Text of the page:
Downing Street vs the Treasury: David Cameron and George Osborne clash over pensioners’ perks

A rare display of disunity after Prime Minister’s public proclamation in favour of OAP ‘extras’

Tensions between the Treasury and Downing Street have surfaced over David Cameron’s pledge to maintain pensioners’ perks such as winter fuel allowances, bus passes and free TV licences.

In a rare disagreement between the two men, George Osborne is said to be unhappy that the Prime Minister rushed out a statement last weekend saying he is “minded to keep” the benefits, issued in an attempt to head off media reports that they could be axed by the Conservatives after next year’s general election.

Withdrawing the perks from rich pensioners would deliver a relatively small part of the £12bn of welfare cuts Mr Osborne is seeking in 2015-17. But he believes that curbing them would make it easier for him to impose other social security cuts, such as his plan to restrict housing benefit for under-25s. One Tory Cabinet minister who shares the Chancellor’s view said: “It’s about fairness, not the revenue. How can you justify a £300 fuel allowance to a millionaire pensioner when you are making sensitive cuts in other parts of the welfare budget?” One Whitehall source told The Independent: “George Osborne is not convinced by David Cameron’s policy. He sees the politics of keeping them [the perks] until 2015 but does not want the policy to continue after that.”

Mr Cameron feels hamstrung by a pledge he made during the 2010 election campaign, when he denied Labour claims that the fuel allowances, free bus passes and TV licences would be at risk. He believes that breaking his promise would be his equivalent of Nick Clegg’s spectacular U-turn over university tuition fees. The Liberal Democrat leader supported their abolition in 2010 but then agreed that the Coalition should raise them to a maximum £9,000 a year.

Mr Osborne wanted the pledge to be limited to the current five-year parliament and signalled last summer that the benefits could be withdrawn from wealthy pensioners after next year’s election.

He said then: “All those pensioner benefits – not the basic state pension – all those other pensioner benefits, yes of course we have got to look at how we can afford them.”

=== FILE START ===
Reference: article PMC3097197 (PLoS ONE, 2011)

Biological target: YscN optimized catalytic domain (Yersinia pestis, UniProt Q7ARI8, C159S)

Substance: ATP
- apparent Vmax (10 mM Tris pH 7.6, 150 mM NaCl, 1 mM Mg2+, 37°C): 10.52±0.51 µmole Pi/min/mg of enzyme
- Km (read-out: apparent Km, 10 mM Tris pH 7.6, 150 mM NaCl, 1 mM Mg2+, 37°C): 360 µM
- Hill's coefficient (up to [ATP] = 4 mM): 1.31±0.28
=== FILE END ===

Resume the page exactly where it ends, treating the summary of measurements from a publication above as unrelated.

Iain Duncan Smith, the Work and Pensions Secretary, is prepared to consider withdrawing the extra benefits from better off pensioners.

“He thinks you need to look at everything, that you can’t ring-fence pensioners’ benefits,” said one ally.

Mr Clegg has refused to sanction more welfare cuts by the Coalition before the election unless the Conservatives agree to review the perks for the elderly. Labour has pledged to axe fuel allowances for wealthy pensioners.

Today Downing Street and the Treasury denied there was any disagreement over pensioners’ perks. One Osborne ally said: “We are at one with the PM on this. There is no discord.”

Aides say the Prime Minister and Chancellor agree that, while scrapping fuel allowances, free bus passes and TV licences could save £4bn, taking them away from poor pensioners would provoke outrage, while ending them for the rich would save only tens of millions of pounds. There is also criticism of the way Downing Street handled the issue. Before a TV interview last Sunday, Mr Cameron announced the Conservatives would maintain the “triple lock” under which the basic state pension rises each year in line with prices, earnings or 2.5 per cent, whichever is highest. But critics claim Number 10 was slow to realise he would also be asked about his pledge on other benefits for the elderly. “What genius in Downing Street dreamt up this strategy?” a Cabinet minister asked.

On the BBC’s Andrew Marr Show, Mr Cameron left open the question of whether the perks would be retained after 2015. When the media began reporting they were under threat, he authorised a statement saying he was minded to keep them. The next morning, Mr Osborne was asked five times on BBC Radio 4’s Today whether the benefits would be kept. He did not go as far as Mr Cameron’s statement, saying he could not write the Tory manifesto for 2015 now. But he did say that the Tories’ values had not changed since the pledge was made.

When Number 10 and the Treasury fell out

Blair vs Brown

Although the prime minister is also first lord of the Treasury, a power struggle was inevitable since Gordon Brown was overlord of Labour’s domestic policy after giving Tony Blair a free run at the party leadership in 1994.

During Blair’s 10 years at Number 10, Brown demanded to know when his turn would come and MPs close to him destabilised Blair to force him to name his departure date.

Although their aides repeatedly denied they were at loggerheads, the depth of the hostility between the two men has since been confirmed in books written about the period. But the huge tensions did not stop Labour winning three general elections.

Thatcher vs Lawson

Margaret Thatcher was one of the most powerful prime ministers of modern times but her fraught relations with Cabinet colleagues ultimately led to her downfall.